The Handy Brew, our newest dripper, is similar to the Clever Coffee Dripper, but it comes with a reusable metal filter. If you desire a French Press-style brew with a little more filtration, and don’t want to travel with paper filters, this might be a good match as it will leave minimal fines in your cup. It has a convenient built-in flip top lid for cold mornings. It also works for tea. You can brew up to 15 oz. and it is 6.5” tall x 6.25” wide
Byron, our merch guy, is always going camping with friends and trying out new ways to brew for a group. Right now he likes the Filtercone #6 with Thermos Extension and brews into the Zojirushi HandyPot. The flange on this filtercone is just 3 inches, so it is not for wide mouth thermoses. The Zojirushi HandyPot is glass lined which is great for cleaning, but can break. If you are clumsy you might consider a Large Nissan Thermos which is all stainless steel. Filter drip makes 6- 5.5 oz. cups, the HandyPot capacity is 1 liter.
The French Press becomes a little more travel-friendly with the unbreakable replacement beakers we sell for our Chambord French Presses. If you are in a heat wave you might consider a cold brew overnight in one of these and press or drain in the morning. Use a half-pound of very coarsely ground coffee in five cups of cold water. Let it steep for 12-24 hours and keep it in a cool place, like a refrigerator or cooler.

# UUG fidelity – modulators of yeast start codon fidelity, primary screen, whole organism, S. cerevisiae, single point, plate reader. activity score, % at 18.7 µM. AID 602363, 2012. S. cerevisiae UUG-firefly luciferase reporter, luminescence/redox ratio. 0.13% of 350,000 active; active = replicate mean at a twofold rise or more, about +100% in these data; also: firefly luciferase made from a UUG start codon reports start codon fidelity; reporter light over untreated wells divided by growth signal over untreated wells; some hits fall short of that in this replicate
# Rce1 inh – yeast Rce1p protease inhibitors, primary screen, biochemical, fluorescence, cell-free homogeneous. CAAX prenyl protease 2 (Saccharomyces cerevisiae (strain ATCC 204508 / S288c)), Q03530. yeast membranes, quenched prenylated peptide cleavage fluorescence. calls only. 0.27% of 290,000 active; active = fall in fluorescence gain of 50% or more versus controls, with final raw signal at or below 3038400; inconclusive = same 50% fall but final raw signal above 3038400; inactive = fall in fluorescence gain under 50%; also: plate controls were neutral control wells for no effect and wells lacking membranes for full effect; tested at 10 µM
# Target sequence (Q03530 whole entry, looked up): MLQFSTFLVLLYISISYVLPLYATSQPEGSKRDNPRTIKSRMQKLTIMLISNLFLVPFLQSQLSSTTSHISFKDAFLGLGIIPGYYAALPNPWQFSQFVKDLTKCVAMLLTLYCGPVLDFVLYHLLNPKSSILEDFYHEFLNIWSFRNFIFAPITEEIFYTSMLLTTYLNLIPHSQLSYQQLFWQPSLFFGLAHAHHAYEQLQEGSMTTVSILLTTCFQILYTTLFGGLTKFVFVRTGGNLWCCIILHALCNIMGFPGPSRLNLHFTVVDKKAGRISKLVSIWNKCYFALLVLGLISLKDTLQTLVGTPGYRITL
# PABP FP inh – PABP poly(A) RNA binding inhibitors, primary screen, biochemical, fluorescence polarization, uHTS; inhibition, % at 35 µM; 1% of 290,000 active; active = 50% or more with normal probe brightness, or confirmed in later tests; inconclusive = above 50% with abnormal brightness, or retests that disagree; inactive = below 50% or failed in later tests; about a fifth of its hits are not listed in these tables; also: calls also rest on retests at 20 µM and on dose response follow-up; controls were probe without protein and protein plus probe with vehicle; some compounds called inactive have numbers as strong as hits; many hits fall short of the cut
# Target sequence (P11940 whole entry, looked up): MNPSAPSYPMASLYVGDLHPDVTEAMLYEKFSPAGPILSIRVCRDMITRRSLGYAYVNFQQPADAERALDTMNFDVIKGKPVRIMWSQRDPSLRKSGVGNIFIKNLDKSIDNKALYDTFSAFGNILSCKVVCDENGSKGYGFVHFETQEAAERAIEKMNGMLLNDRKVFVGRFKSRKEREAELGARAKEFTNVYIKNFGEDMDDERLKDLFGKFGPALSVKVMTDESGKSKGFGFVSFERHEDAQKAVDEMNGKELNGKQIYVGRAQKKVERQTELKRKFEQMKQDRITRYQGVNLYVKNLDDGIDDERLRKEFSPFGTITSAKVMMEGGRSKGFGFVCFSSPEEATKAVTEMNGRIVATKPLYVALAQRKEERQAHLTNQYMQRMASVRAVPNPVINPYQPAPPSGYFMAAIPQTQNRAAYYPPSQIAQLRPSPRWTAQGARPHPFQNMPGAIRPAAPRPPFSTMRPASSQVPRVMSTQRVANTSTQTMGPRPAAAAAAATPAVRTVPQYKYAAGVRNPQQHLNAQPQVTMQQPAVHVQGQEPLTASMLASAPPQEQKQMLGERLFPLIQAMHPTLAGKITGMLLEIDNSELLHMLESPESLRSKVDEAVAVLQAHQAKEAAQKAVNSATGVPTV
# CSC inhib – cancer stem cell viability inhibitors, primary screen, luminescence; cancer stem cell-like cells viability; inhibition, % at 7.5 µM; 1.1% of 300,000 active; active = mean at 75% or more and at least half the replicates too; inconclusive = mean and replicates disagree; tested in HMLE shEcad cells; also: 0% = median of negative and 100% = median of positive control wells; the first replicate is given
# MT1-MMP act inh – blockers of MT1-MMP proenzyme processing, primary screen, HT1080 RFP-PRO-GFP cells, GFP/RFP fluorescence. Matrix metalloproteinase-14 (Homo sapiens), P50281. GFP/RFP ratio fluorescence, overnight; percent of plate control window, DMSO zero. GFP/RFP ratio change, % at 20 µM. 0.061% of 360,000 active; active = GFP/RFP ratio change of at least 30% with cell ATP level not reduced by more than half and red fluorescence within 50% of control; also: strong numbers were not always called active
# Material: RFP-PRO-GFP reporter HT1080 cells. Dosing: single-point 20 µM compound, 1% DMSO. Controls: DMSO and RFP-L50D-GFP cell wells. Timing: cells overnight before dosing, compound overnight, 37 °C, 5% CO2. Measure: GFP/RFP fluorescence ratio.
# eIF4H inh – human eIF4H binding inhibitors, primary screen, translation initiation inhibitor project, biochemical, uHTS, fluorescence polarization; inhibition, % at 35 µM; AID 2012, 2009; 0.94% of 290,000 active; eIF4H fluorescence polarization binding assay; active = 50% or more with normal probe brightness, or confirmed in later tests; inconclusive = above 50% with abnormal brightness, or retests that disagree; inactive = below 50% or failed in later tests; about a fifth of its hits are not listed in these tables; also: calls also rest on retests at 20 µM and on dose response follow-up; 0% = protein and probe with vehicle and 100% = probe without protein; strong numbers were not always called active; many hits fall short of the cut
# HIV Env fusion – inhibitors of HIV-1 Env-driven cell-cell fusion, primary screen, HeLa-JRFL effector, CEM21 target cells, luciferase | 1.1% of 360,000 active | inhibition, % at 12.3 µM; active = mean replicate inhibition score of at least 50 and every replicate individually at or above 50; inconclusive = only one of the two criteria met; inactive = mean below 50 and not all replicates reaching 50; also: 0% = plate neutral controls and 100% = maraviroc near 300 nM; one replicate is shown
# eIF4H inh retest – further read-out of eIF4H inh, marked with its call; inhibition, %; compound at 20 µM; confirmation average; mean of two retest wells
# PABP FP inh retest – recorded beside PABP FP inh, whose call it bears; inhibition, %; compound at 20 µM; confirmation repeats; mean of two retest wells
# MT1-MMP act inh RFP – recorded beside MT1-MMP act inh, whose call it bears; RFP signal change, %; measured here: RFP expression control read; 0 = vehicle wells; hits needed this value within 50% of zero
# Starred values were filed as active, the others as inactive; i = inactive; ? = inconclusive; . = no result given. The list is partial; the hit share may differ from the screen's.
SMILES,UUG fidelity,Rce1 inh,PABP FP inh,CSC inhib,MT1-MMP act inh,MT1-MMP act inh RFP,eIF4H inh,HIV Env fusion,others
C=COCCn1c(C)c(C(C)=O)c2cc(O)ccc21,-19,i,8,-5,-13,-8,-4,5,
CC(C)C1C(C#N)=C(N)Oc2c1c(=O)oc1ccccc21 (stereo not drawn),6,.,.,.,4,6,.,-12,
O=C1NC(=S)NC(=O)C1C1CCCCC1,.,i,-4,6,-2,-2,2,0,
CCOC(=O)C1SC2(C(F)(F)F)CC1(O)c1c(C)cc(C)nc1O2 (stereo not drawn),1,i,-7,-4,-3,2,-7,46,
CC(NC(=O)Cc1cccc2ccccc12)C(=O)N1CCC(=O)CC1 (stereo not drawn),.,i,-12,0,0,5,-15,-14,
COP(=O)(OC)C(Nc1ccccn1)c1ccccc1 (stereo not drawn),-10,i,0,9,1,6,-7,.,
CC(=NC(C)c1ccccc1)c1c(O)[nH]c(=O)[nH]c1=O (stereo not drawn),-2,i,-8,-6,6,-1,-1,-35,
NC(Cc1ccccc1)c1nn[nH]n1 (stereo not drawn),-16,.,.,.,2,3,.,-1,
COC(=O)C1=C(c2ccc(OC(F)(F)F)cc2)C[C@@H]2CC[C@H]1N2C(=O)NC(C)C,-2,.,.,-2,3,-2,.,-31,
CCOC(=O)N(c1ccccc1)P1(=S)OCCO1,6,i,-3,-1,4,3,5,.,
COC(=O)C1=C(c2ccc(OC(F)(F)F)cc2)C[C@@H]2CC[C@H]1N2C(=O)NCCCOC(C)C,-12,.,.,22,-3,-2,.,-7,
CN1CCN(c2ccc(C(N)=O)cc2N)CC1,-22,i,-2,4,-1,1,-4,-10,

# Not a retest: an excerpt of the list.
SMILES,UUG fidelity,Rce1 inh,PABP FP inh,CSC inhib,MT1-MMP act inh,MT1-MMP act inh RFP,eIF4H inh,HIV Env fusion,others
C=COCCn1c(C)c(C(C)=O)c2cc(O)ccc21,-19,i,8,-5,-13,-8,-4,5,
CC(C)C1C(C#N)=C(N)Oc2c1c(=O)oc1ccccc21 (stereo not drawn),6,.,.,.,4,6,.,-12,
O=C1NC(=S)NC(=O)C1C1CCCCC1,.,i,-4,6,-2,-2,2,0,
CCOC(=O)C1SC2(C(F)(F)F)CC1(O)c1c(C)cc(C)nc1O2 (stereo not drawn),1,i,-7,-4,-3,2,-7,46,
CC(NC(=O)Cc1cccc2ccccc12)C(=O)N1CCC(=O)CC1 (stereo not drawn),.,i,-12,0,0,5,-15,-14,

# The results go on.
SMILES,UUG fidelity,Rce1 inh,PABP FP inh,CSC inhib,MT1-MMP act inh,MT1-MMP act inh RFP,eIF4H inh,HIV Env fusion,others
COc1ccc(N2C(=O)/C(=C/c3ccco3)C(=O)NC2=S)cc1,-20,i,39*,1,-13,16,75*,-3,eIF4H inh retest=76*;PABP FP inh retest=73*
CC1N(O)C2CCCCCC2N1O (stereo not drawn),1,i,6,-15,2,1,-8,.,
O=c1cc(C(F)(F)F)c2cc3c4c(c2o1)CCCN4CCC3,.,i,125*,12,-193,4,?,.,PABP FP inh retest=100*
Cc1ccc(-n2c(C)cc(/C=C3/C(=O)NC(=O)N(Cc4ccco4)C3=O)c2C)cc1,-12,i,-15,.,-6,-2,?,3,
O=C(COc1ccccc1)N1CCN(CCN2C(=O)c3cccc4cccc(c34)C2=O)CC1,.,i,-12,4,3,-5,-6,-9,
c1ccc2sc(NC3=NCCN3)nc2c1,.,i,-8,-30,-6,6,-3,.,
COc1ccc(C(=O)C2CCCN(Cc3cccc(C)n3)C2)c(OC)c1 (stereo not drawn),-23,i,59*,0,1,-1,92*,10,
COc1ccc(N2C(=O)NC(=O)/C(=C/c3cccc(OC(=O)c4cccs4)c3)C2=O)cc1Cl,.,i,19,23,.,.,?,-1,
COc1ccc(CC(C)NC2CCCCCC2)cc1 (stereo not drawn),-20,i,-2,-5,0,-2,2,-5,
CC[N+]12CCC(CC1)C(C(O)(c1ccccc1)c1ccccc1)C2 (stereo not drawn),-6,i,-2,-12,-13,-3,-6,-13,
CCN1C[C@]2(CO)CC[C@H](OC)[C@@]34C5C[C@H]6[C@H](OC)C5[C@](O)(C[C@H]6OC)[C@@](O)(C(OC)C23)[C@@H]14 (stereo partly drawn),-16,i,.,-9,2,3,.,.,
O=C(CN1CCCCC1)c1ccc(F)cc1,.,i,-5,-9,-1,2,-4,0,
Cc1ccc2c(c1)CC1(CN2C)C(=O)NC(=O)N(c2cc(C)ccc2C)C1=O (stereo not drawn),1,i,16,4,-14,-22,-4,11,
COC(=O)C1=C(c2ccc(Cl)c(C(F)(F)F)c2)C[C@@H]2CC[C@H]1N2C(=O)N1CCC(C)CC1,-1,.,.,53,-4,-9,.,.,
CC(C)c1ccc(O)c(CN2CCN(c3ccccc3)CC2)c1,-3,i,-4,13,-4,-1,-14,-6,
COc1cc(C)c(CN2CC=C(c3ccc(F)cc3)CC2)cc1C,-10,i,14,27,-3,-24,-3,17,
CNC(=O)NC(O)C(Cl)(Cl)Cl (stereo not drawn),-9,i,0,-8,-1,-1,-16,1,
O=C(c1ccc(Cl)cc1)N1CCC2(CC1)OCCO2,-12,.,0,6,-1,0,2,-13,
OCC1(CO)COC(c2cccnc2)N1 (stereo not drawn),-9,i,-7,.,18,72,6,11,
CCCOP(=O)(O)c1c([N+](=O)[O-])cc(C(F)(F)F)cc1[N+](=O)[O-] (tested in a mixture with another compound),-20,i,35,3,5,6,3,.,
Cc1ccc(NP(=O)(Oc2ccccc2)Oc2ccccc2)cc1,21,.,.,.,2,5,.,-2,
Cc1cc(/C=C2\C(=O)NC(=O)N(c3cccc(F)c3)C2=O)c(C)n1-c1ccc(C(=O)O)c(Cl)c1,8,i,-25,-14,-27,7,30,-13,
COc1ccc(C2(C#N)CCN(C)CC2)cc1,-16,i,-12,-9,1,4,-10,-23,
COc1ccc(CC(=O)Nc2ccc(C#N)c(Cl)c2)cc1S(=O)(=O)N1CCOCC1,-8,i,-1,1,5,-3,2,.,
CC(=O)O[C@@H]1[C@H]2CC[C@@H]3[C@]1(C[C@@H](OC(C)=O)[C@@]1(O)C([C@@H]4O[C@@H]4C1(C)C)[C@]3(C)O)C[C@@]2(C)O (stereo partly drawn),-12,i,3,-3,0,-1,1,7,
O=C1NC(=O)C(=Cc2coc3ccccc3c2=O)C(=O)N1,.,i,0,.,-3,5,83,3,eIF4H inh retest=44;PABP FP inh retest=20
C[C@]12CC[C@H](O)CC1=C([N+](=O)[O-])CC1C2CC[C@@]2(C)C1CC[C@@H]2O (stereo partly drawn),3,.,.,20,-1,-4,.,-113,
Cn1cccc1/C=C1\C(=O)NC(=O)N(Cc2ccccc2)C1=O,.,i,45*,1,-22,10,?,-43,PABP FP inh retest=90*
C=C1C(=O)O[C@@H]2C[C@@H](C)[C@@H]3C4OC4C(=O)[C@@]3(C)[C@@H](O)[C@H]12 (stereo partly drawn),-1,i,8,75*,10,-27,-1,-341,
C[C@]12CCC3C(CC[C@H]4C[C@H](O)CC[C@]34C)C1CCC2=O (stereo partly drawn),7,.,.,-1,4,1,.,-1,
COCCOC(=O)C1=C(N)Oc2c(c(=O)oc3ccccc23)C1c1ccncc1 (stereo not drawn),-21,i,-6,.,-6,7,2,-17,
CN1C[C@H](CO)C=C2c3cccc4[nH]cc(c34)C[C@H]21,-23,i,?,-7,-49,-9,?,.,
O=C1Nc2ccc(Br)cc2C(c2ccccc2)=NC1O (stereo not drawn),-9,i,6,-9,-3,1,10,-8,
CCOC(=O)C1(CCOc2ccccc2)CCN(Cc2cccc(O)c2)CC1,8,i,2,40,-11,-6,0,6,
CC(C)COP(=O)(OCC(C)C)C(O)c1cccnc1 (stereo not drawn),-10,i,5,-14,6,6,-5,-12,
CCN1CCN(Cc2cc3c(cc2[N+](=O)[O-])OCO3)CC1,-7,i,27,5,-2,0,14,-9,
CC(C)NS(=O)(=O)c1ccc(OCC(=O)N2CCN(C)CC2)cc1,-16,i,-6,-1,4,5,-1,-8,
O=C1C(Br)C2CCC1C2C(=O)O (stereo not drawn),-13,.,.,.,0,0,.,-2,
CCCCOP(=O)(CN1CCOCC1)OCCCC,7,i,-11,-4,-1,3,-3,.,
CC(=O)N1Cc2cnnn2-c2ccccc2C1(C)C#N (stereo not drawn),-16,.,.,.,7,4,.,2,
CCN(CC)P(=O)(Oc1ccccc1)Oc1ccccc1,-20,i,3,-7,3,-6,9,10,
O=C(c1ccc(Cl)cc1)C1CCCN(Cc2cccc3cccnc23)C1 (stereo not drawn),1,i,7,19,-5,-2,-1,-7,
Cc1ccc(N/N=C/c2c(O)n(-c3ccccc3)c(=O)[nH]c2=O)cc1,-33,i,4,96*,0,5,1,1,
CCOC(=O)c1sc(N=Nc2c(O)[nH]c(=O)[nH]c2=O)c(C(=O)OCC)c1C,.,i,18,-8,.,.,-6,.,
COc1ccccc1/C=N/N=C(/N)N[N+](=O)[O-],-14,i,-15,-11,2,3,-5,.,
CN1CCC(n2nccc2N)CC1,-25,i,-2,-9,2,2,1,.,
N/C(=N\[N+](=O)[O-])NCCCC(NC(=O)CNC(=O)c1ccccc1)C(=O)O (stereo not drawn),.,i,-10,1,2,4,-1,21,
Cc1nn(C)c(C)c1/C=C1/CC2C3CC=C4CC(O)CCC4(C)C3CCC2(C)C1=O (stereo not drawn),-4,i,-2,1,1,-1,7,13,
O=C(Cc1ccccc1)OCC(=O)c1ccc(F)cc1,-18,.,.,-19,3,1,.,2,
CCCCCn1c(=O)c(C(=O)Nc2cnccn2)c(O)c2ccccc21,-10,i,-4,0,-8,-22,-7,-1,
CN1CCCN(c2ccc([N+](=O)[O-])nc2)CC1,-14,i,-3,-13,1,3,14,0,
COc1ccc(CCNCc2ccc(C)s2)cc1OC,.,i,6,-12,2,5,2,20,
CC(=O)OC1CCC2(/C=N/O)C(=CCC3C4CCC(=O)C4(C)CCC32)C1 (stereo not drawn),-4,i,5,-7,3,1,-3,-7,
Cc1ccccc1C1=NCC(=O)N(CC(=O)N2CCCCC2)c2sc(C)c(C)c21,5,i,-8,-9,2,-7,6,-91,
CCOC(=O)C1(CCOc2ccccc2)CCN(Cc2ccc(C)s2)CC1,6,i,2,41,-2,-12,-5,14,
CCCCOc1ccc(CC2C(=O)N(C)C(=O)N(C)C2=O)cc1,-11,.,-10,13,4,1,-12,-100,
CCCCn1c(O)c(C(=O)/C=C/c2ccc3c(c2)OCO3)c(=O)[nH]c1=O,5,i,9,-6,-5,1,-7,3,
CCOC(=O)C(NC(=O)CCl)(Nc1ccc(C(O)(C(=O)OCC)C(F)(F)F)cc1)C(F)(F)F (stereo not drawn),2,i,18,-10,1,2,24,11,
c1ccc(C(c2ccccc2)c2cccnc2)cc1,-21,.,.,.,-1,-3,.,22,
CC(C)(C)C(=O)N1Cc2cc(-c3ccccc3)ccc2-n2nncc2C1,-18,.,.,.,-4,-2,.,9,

If you are not yet driving the new Fiat with a built-in espresso machine you might consider the Aeropress or even a Moka Pot. While neither of these are true espressos they will result in a rich, concentrated cup. Tom’s go-to travel setup is an Aeropress with a Hario Skerton burr set he uses to grind directly into the press. This compacts down and comes close to how he brews at home on the weekends. He has video tips on our YouTube channel. You can drink the concentrated cup straight or water can be added to produce a full cup of coffee. A moka pot on a camp stove might also be the way to go if you want to brew small shots for a few people. These taste best straight or with warm milk.